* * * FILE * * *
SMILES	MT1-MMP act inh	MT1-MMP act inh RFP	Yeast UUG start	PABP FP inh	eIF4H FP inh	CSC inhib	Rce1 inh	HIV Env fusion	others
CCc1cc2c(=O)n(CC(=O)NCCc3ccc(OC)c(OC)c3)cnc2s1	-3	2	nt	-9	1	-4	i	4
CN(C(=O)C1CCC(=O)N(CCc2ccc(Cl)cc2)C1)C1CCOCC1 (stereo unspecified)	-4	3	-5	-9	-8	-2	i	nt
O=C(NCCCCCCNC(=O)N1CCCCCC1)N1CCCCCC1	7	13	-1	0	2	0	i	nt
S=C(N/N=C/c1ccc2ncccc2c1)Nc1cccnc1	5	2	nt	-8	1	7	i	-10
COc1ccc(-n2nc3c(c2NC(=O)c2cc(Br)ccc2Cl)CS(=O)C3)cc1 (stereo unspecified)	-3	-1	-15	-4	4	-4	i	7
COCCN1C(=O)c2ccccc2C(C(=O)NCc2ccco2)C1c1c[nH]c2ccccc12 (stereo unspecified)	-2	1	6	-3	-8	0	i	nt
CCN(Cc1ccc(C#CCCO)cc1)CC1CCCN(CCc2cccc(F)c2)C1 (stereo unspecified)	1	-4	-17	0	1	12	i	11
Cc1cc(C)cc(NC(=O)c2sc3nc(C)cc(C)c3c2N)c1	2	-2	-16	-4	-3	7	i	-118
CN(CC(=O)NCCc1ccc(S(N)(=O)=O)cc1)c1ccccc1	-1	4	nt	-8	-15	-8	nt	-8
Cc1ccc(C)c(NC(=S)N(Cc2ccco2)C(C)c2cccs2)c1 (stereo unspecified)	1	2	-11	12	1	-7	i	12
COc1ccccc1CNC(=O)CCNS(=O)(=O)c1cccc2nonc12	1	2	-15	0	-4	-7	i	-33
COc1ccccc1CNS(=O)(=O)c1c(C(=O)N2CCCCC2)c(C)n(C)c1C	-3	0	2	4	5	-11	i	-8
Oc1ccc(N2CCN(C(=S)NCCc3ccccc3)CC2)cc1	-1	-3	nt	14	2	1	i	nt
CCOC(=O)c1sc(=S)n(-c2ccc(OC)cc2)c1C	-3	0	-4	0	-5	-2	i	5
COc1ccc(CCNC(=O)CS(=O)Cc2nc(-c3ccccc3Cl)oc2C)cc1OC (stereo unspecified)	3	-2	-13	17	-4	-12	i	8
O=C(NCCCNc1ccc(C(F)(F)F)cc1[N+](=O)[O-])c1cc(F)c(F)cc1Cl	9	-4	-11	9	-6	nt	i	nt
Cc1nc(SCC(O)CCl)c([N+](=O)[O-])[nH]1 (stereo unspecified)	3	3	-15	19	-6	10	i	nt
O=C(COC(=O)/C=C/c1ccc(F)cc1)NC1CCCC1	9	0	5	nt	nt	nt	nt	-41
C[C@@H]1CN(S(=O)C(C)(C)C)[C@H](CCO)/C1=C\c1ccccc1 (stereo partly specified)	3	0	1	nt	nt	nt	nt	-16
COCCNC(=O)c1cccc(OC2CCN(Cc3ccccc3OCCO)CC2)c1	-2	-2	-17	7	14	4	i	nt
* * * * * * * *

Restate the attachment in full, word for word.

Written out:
SMILES	MT1-MMP act inh	MT1-MMP act inh RFP	Yeast UUG start	PABP FP inh	eIF4H FP inh	CSC inhib	Rce1 inh	HIV Env fusion	others
CCc1cc2c(=O)n(CC(=O)NCCc3ccc(OC)c(OC)c3)cnc2s1	-3	2	nt	-9	1	-4	i	4
CN(C(=O)C1CCC(=O)N(CCc2ccc(Cl)cc2)C1)C1CCOCC1 (stereo unspecified)	-4	3	-5	-9	-8	-2	i	nt
O=C(NCCCCCCNC(=O)N1CCCCCC1)N1CCCCCC1	7	13	-1	0	2	0	i	nt
S=C(N/N=C/c1ccc2ncccc2c1)Nc1cccnc1	5	2	nt	-8	1	7	i	-10
COc1ccc(-n2nc3c(c2NC(=O)c2cc(Br)ccc2Cl)CS(=O)C3)cc1 (stereo unspecified)	-3	-1	-15	-4	4	-4	i	7
COCCN1C(=O)c2ccccc2C(C(=O)NCc2ccco2)C1c1c[nH]c2ccccc12 (stereo unspecified)	-2	1	6	-3	-8	0	i	nt
CCN(Cc1ccc(C#CCCO)cc1)CC1CCCN(CCc2cccc(F)c2)C1 (stereo unspecified)	1	-4	-17	0	1	12	i	11
Cc1cc(C)cc(NC(=O)c2sc3nc(C)cc(C)c3c2N)c1	2	-2	-16	-4	-3	7	i	-118
CN(CC(=O)NCCc1ccc(S(N)(=O)=O)cc1)c1ccccc1	-1	4	nt	-8	-15	-8	nt	-8
Cc1ccc(C)c(NC(=S)N(Cc2ccco2)C(C)c2cccs2)c1 (stereo unspecified)	1	2	-11	12	1	-7	i	12
COc1ccccc1CNC(=O)CCNS(=O)(=O)c1cccc2nonc12	1	2	-15	0	-4	-7	i	-33
COc1ccccc1CNS(=O)(=O)c1c(C(=O)N2CCCCC2)c(C)n(C)c1C	-3	0	2	4	5	-11	i	-8
Oc1ccc(N2CCN(C(=S)NCCc3ccccc3)CC2)cc1	-1	-3	nt	14	2	1	i	nt
CCOC(=O)c1sc(=S)n(-c2ccc(OC)cc2)c1C	-3	0	-4	0	-5	-2	i	5
COc1ccc(CCNC(=O)CS(=O)Cc2nc(-c3ccccc3Cl)oc2C)cc1OC (stereo unspecified)	3	-2	-13	17	-4	-12	i	8
O=C(NCCCNc1ccc(C(F)(F)F)cc1[N+](=O)[O-])c1cc(F)c(F)cc1Cl	9	-4	-11	9	-6	nt	i	nt
Cc1nc(SCC(O)CCl)c([N+](=O)[O-])[nH]1 (stereo unspecified)	3	3	-15	19	-6	10	i	nt
O=C(COC(=O)/C=C/c1ccc(F)cc1)NC1CCCC1	9	0	5	nt	nt	nt	nt	-41
C[C@@H]1CN(S(=O)C(C)(C)C)[C@H](CCO)/C1=C\c1ccccc1 (stereo partly specified)	3	0	1	nt	nt	nt	nt	-16
COCCNC(=O)c1cccc(OC2CCN(Cc3ccccc3OCCO)CC2)c1	-2	-2	-17	7	14	4	i	nt